“In the past, two percent of our projects—(in support of) sustainable local economy, an economy the community creates by itself—were financed by the European Union. All of the donations to the New Israel Fund are transparent on our website. Our financial reports are transparent to all. Incidentally, note that many of the sources of right-wing donations are tax havens. There were reports Channel 20 is supported by means of a company that is registered in a tax haven in the Virgin Islands. That facilitates concealing the identity of the donors and their business conduct. Those are organizations you can’t know who they are, what their interests are. A large amount of the right-wing money is dirty—from gambling and prostitution. And that’s just fine from the right-wing’s perspective since it serves the mechanism they live off of.”


In recent years, the NIF has supported Breaking the Silence. Do you identify with them?


“With the idea? Very much so.”


A lot of Israelis think, ‘Why do they have to go talk about it around the world?’


“All that talk about telling the world is nonsense. The discussion is held at the international level. When Israel is represented by (Defense Minister Avigdor) Lieberman or (Education Minister) Naftali Bennett, who only offer one voice, it is enormously important to have other voices represented. Besides, don’t let them lie to you. Settler organizations operate in US Congress today as well.”


They say that they’re acting on behalf of Israel.


“That’s just it. Look, David Bitan said that top Shin Bet and Mossad officials come out of (their service) Leftists. And really, there is barely a single Israeli security official who doesn’t view the expansion of the settlements—certainly the isolated ones—and the continued (Israeli) control over the territories as a security risk. Forget about morality and all that. There isn’t anything more pro-security than the argument a Palestinian state needs to be established and the occupation ended. And people who really haven’t done anything their entire lives, like David Bitan, sit and mouth off against generals who wrote Israel’s security doctrine.


David Bitan (Photo: Ohad Zwigenberg)
David Bitan (Photo: Ohad Zwigenberg)


“I view the activity of Breaking the Silence—and, more generally, everyone who acts on behalf of human rights either in the territories or in Israel—as the best representatives of Israeli Zionism. Herzl spoke about our right to live here only thanks to the fact we live alongside the Arabs . That is the embodiment of Zionism. There isn’t any other Zionism. And the right-wing currently in power has been raping Zionism. They operate with the same zealous worldview that was in vogue before the destruction of the Second Temple—everyone is against us; anyone who doesn’t agree with every single one of the goals they set for themselves as the formative idea for this society is a traitor. As far as they’re concerned, they can stay here all by themselves, they alone. They don’t have a vision of Israeli society as a whole. It doesn’t exist.”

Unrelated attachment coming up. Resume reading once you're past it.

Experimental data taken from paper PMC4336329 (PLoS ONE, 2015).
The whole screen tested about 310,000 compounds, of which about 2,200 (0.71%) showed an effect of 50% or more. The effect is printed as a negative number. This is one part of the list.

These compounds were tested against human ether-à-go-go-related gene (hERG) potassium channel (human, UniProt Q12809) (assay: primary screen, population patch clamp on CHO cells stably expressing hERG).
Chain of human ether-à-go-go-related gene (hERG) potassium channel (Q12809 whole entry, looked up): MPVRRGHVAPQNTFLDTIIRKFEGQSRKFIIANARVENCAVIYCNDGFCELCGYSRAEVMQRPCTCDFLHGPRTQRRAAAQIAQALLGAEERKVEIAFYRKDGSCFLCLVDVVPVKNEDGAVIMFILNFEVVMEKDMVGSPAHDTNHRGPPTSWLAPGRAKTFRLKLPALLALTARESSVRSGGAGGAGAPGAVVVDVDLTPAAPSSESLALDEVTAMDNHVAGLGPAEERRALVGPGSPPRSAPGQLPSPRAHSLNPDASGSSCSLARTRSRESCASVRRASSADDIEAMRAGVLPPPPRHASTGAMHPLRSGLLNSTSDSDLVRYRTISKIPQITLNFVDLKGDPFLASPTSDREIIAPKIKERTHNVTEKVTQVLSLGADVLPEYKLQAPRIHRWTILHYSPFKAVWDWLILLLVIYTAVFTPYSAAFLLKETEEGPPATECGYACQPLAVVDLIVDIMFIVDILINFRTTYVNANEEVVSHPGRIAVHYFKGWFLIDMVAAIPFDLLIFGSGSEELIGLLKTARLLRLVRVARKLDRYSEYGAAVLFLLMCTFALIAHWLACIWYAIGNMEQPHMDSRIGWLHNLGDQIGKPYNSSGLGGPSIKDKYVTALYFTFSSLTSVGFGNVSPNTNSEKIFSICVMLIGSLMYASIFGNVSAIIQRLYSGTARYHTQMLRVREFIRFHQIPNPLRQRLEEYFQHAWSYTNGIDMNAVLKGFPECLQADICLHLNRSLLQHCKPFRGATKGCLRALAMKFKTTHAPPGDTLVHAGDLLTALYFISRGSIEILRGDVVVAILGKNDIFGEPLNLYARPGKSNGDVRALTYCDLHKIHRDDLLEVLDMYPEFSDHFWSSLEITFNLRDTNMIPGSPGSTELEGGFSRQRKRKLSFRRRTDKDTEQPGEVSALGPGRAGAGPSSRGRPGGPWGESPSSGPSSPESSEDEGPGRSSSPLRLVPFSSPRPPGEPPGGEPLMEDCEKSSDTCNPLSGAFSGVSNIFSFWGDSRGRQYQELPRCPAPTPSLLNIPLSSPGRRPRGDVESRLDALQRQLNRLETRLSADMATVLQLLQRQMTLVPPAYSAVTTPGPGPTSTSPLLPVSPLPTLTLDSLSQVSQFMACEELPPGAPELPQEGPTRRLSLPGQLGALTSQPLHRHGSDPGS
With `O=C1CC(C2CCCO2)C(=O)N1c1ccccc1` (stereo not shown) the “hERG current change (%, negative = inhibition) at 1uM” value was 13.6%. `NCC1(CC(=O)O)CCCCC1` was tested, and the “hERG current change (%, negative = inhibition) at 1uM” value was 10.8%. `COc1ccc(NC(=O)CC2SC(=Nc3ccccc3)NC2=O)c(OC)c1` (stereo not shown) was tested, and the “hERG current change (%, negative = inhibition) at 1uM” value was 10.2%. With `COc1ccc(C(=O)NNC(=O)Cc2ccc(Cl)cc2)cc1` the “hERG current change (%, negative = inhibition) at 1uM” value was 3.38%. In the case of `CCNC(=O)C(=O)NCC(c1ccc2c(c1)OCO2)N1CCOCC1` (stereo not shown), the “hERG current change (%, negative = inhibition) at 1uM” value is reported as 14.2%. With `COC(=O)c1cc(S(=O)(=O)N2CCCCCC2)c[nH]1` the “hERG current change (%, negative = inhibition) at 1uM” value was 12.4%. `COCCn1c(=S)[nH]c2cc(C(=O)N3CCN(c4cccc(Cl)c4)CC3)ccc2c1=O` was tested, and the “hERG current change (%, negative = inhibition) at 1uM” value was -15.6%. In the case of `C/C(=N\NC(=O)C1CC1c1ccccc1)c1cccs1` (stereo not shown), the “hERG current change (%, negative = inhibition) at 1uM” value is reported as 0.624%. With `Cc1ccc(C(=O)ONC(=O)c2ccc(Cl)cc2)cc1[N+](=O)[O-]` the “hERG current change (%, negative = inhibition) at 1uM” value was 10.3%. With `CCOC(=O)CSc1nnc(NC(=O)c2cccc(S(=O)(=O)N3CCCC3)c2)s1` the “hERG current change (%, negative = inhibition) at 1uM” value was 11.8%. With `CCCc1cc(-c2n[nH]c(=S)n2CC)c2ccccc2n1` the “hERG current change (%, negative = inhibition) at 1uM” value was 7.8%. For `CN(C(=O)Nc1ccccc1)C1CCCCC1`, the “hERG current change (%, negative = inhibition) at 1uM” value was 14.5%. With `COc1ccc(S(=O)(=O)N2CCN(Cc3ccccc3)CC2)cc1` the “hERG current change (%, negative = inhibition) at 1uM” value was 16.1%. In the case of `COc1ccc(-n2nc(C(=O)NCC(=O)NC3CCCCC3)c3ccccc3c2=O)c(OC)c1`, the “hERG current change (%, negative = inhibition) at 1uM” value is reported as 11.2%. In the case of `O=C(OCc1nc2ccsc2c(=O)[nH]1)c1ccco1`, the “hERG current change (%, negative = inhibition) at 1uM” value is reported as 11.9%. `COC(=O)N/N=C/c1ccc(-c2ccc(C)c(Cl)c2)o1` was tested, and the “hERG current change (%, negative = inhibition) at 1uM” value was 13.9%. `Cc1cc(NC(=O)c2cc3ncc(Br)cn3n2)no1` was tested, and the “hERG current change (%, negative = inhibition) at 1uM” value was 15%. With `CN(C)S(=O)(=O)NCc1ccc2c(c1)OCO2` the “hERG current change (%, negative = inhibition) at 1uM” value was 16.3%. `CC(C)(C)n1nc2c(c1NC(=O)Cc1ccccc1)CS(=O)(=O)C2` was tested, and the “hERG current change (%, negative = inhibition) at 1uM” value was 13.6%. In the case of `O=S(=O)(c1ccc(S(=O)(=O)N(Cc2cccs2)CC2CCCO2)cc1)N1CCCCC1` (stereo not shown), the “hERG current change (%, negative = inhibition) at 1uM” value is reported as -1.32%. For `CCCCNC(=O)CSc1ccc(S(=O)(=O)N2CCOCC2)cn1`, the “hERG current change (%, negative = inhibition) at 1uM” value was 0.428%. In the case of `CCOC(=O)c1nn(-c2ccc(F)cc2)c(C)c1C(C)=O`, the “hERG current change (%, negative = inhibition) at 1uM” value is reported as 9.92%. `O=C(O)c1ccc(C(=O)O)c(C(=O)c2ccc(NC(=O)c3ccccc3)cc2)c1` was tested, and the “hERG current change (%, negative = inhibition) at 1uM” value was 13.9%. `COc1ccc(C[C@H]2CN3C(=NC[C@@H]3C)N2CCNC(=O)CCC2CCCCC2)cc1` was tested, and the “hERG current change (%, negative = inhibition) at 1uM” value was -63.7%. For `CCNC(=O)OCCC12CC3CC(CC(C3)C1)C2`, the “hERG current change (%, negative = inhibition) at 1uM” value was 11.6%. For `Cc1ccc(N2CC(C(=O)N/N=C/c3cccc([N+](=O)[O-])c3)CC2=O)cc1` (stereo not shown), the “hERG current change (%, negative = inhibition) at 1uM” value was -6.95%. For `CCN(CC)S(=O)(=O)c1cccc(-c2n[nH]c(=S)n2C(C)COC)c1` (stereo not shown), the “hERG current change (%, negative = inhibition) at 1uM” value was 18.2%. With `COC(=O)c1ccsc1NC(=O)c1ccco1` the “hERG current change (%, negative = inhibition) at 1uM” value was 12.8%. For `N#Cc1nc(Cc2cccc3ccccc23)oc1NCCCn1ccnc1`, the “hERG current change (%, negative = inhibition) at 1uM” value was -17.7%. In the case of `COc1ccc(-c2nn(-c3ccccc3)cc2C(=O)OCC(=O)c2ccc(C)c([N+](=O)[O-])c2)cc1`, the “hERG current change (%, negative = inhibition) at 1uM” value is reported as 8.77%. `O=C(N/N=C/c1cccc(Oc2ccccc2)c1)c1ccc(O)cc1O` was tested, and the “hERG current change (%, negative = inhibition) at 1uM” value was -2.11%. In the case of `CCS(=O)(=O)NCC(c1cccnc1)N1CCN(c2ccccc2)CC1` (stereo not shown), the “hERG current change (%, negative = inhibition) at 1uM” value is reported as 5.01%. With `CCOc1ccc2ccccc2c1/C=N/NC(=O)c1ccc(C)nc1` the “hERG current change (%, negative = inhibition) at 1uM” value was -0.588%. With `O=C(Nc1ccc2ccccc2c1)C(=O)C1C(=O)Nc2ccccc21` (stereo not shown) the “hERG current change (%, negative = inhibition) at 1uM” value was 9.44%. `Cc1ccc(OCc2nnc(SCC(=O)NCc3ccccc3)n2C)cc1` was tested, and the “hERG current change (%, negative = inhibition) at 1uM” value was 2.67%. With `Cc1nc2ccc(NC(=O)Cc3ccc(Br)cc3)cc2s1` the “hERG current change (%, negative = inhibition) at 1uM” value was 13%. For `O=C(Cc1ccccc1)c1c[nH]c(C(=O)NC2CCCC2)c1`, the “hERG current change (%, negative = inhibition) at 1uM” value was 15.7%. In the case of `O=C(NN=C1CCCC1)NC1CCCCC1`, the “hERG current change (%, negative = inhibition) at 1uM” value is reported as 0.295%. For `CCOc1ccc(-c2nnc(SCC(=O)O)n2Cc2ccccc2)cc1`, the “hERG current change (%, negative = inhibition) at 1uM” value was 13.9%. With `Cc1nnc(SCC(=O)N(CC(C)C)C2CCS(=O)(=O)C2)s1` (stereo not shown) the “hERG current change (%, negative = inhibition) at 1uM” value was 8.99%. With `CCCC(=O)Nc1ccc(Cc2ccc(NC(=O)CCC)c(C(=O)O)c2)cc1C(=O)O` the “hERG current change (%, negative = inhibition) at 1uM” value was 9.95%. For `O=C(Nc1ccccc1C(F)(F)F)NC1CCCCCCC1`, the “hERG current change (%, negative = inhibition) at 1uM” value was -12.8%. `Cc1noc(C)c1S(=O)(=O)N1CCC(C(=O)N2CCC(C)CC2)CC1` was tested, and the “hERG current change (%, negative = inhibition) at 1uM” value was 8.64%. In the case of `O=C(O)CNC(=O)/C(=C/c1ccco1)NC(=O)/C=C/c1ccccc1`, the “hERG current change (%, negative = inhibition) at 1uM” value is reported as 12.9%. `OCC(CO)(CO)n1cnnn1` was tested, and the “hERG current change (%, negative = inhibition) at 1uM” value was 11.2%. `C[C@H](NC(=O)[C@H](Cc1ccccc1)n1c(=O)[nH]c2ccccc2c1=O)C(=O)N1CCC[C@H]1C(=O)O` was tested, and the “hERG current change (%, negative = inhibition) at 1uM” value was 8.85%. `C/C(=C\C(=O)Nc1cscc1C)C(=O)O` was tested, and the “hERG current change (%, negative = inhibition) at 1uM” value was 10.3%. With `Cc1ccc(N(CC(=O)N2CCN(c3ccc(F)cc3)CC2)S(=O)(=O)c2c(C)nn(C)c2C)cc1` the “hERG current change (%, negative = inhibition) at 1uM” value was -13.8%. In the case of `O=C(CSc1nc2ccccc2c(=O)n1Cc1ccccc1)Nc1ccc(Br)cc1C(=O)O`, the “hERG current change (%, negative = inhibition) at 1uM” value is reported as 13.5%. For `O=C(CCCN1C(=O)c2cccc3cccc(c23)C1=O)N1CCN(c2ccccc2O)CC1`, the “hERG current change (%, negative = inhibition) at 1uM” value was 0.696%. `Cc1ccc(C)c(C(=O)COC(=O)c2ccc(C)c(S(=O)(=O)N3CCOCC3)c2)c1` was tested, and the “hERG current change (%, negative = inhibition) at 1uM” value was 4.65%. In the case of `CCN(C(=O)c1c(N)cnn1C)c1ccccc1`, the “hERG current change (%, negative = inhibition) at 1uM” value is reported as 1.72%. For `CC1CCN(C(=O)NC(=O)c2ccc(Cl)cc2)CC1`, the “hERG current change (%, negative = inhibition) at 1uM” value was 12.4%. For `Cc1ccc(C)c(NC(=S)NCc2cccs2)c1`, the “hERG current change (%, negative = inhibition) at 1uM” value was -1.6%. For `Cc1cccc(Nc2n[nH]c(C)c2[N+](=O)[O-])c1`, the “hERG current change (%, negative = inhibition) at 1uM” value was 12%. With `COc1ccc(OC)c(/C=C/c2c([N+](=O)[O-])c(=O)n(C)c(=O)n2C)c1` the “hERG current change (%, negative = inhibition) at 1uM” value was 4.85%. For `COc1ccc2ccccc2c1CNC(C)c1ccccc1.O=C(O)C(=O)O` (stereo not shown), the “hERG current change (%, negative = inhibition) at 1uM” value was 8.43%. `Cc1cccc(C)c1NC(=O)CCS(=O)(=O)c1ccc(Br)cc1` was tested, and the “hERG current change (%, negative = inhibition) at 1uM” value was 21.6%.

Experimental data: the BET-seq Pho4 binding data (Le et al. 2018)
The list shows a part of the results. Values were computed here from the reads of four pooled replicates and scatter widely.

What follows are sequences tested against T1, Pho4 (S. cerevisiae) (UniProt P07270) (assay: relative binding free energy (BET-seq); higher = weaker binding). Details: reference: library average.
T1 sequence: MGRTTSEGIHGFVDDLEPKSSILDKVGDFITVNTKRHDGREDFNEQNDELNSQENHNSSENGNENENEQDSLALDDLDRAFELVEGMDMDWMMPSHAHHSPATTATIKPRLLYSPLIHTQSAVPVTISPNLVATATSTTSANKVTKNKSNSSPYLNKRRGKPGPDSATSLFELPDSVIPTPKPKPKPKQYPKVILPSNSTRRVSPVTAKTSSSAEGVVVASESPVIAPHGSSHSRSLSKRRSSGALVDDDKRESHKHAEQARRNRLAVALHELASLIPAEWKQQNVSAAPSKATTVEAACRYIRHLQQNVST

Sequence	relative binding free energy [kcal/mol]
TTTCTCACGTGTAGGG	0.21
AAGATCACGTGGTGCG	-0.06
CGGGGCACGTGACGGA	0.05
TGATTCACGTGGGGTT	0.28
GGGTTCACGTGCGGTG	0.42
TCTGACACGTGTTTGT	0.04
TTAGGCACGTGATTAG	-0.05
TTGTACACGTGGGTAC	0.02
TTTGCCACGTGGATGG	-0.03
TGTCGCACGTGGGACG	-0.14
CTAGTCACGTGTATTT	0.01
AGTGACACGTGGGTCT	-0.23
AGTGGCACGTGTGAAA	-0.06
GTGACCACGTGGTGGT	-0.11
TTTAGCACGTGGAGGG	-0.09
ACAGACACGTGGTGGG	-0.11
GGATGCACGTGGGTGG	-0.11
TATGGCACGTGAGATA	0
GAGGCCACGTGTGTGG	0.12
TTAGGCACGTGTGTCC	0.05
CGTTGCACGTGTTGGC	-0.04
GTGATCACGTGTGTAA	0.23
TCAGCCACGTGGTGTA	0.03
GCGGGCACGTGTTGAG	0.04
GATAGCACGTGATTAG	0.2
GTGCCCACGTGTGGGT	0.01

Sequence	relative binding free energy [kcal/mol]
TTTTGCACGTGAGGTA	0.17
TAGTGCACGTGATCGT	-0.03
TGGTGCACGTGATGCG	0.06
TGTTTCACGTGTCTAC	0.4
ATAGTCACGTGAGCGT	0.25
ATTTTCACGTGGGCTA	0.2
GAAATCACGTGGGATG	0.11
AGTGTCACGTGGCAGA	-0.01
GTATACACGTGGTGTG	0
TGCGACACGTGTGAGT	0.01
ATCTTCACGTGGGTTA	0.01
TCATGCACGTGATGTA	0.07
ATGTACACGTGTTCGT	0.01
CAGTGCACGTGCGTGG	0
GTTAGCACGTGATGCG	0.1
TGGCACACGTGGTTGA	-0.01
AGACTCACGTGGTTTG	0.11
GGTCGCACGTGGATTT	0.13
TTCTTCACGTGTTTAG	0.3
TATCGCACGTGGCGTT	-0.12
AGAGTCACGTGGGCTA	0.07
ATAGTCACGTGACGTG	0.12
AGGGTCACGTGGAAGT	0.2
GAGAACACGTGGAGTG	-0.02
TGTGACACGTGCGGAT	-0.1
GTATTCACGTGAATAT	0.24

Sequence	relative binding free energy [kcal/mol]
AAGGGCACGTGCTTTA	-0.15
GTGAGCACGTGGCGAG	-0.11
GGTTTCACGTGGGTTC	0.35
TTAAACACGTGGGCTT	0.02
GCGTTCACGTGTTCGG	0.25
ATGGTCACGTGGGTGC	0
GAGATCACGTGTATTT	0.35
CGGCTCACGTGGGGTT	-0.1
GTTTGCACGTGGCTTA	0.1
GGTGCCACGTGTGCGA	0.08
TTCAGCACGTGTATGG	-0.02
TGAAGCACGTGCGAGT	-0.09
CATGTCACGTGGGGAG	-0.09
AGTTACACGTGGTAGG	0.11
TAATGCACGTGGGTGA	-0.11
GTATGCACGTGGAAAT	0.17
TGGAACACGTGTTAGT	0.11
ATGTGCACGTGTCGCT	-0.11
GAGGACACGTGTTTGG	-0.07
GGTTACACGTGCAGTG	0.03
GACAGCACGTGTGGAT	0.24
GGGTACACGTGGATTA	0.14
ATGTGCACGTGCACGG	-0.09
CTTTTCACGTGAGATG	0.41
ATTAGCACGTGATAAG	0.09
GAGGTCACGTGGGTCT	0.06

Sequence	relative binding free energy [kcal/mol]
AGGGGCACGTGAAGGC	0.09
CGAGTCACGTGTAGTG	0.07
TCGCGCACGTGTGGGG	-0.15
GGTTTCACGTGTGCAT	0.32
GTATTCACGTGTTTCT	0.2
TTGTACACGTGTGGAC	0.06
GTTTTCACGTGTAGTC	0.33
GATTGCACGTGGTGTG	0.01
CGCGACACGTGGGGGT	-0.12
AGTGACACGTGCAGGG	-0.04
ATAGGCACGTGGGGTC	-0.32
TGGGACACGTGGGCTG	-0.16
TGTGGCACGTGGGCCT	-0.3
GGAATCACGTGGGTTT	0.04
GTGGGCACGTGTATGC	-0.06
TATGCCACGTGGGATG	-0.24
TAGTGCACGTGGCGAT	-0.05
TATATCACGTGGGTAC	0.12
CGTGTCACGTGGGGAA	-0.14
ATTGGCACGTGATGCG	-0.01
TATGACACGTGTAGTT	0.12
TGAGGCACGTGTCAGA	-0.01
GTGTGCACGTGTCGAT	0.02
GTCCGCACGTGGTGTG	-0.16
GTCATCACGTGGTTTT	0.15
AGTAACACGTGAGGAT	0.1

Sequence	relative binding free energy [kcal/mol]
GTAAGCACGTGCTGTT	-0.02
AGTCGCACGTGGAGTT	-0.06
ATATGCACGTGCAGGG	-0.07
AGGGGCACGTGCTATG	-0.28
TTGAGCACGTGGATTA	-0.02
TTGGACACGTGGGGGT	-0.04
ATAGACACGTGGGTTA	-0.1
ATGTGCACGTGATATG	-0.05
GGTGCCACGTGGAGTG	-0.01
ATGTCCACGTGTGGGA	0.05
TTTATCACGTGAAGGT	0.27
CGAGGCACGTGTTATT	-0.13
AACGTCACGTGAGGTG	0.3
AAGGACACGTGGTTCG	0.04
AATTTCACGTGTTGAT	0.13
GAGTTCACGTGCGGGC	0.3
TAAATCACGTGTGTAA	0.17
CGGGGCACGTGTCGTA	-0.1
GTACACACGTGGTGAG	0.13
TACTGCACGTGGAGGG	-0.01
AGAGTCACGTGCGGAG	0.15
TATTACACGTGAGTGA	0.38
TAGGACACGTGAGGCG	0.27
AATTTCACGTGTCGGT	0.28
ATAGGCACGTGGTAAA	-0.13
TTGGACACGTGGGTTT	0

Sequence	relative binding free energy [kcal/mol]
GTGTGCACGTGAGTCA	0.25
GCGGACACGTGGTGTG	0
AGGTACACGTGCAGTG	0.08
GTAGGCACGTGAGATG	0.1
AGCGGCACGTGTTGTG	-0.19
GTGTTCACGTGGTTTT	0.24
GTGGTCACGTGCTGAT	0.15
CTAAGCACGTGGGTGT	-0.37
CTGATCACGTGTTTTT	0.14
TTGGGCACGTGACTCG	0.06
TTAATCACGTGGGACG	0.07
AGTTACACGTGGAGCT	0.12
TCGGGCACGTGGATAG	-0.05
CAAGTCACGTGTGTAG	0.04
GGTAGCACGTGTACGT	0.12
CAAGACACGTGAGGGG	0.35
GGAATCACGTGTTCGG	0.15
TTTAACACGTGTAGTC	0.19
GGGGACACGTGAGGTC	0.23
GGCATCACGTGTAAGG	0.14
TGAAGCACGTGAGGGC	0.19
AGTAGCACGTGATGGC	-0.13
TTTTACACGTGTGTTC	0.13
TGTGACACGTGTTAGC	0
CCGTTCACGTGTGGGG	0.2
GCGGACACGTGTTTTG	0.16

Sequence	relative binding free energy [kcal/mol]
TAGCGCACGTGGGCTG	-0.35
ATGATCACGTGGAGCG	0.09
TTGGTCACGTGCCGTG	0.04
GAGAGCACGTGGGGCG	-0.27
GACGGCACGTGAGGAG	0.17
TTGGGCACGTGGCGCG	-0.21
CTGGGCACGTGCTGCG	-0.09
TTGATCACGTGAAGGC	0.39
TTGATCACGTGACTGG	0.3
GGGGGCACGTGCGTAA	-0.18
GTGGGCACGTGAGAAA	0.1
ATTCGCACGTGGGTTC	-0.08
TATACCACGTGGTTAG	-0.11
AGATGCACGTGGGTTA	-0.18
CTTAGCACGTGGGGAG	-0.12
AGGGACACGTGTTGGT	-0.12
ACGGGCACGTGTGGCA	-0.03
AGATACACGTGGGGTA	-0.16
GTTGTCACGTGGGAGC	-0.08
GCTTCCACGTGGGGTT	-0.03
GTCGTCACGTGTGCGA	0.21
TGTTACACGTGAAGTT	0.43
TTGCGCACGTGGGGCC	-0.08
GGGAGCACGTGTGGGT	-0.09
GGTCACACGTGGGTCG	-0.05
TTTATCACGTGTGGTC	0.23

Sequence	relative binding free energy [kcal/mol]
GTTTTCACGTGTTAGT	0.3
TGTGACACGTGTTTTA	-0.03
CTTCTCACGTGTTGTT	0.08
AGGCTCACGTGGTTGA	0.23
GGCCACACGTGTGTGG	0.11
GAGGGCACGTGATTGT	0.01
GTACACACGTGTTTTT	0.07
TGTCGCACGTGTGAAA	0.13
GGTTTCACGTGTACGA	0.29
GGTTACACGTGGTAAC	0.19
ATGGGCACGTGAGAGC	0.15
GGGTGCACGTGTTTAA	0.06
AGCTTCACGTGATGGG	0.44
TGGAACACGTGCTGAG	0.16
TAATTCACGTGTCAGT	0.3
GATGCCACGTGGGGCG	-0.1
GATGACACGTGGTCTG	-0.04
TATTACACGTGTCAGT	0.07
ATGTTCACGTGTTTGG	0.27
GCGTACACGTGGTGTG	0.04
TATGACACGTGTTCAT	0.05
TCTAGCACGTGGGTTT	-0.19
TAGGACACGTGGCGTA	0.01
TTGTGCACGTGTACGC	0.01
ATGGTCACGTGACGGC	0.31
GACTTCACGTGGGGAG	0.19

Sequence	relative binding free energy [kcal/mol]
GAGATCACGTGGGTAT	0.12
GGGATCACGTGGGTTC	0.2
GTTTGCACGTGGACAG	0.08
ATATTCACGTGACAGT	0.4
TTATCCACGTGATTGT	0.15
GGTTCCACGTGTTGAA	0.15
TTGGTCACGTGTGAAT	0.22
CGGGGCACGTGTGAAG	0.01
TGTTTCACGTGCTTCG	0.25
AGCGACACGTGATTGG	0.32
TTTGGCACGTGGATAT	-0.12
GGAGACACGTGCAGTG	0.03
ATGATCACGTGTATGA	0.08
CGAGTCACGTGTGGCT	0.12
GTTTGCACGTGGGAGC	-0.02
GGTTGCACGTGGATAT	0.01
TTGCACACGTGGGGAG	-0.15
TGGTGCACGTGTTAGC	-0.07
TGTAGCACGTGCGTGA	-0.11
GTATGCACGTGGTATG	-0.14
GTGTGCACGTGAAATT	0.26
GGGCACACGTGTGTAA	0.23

Gitzin isn’t worried by the threats to nix the NIF’s funding. “They aren’t going to nix it. The fact is that they haven’t. They can’t because they know that if they hurt us, they’ll be hurting themselves as well. Ultimately, Israeli society won’t be able to live without the European Union financing academic research. And what will Bibi do without Sheldon (Adelson)? The right-wing’s entire political mechanism relies on money from overseas. They’ve tried to raise those red flags so you’ll think everyone is a traitor. In the end, they don’t want to shut down social organizations. If we get shut down, the State of Israel stops being the nation-state of the Jewish people, because the entire idea of Jewish partnership that keeps this project going will go down the drain. The end of the NIF is the end of Zionism.”


What do you intend to do to change the Israeli public’s perception of the NIF?


“I plan to present to the public what the NIF really does. To talk about that again and again, not to comment on the right-wing (attacks), but to tell our story all the time. In a lot of ways, I’m like a right-wing voter. My fears and all sorts of other things. That’s where I come from. The left-wing tells jokes about it being ‘Israel-haters.’ I’m not an Israel-hater. I’m fighting for this country.


“On Saturday I met with a friend whose family is from a settlement. He said to me, ‘You remind me of us back in the 1990s. You’re hungry.’ We are hungry. We feel that we’ve got something good, and we need to fight for it. You see the Likud today, and the right-wing more generally—Mapai has taken over it. From the 'jobs bill' to corruption that has become permissible, to ‘we’ll do as we please, and we don’t care about anyone else.’ That’s what happened to Mapai when it rotted. That’s the corruption and the rot and the vileness and the condescension of the right-wing today that says, ‘we’ll remain in power forever.’ Mapai woke up one morning and no longer existed. In this fight, we’ve got no choice but to win, because we already own our own loss.”


פרסום ראשון: 10.12.17, 23:48